If you are an advocate for pedestrians, a person who has felt that more needs to be done to make our crosswalks and sidewalks safe for the people of our City, maybe you might want to show up on Tuesday at the Dublin Castle and show some support. This isn’t a political issue (I don’t know any politician who wants streets to be less safe!), just a reminder of why we should be listening to advocates like Mary Wilson and keep fighting the good fight.

Environmental Forum – debrief

In the end, it all went remarkably well!

It started as an idea in the mind of NWEP member and consciousness-raiser Virginia Ayers, and after much hand-wringing, many meetings, and an alignment of stars, last weekend’s Environmental Policy Forum turned out very well, in spite of some last-minute organizational spackle application!

 The opening phase of the event, where people were asked to present ideas, concerns, issues and post them on out tack boards went well. In hindsight we could have stretched this time out, as the interactions in front of the board were happening well ahead of our more formal discussions. It was the meeting of minds and people during this early phase that made the rest of the day successful and, “primed the pump” for greater in-depth discussion.

Although not every topic on the bard made it to the table discussions, NWEP data-cruncher Peter McMartin has already entered all of the post-it note comments into a database, and is working out how best to make a searchable or otherwise suitable display of the data. So the ideas are not lost, and may form the nucleus of future discussions. Be sure the NWEP will refer back to them when looking at future events.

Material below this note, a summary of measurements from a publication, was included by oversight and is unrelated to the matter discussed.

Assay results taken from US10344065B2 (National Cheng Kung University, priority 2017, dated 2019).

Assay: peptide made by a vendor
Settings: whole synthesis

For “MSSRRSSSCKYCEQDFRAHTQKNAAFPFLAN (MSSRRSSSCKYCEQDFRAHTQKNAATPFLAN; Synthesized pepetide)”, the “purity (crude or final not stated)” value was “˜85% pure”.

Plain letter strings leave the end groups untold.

Once all the ideas were up on the boards, a furious voting period ensued, when all participants were asked to vote for their “top pick topics”. The facilitators high-graded the highest-vote topics (and categories of topics) and made up 5 roundtables for discussions. The topics that rose to the top were and interesting combination of the usual New Westminster issues, and hot topics of the day:

Transportation (and dealing with traffic pressures on New West)

Food Security (GMO crops, pesticides, local and organic food)

Solid Waste (details around, and alternatives to, waste incinerators)

Green infrastructure (building codes, reducing the impact of our built environment, carbon tax)

Air Quality (especially impacts from all truck through-traffic, and the expansion of coal ports).

I was, unfortunately, running around doing other things (see below) and was not privy to all of the discussions that ensued. Word-of-mouth has some relatively benign and positive discussions where it was easy to forge a common position (i.e. food security) where other topics (I’m looking at you, Transportation) resulted in a more complex discussion, and many counter-points raised.

There were a few common themes that tied many of the topics together. Many touched on climate change, the “transportation” theme clearly interacted with “air quality” when talking about truck traffic, and “air quality” concerns were obviously related to the trash incinerator topic. This (I hope) clearly demonstrated than sustainability is a complex topic, and easy answers are hard to find, as every change in one are impacts other areas in sometime unforeseen ways. Hence the need for “systems thinking” when we approach these complex problems.

However, the one overarching theme, the one that each of the groups included in some way in their report-out, was the need for more education on every issue. This included us, as citizens, needed more education on the impacts of the various waste-to-energy technologies, and it meant more education of the general public on the hows and whys of Port approval for projects that impact the greater community, and on the impacts of vehicle exhaust on our health. As an NWEP member, this was one of my take-aways from the event- people want to be better informed on issues, and the NWEP can help with that role.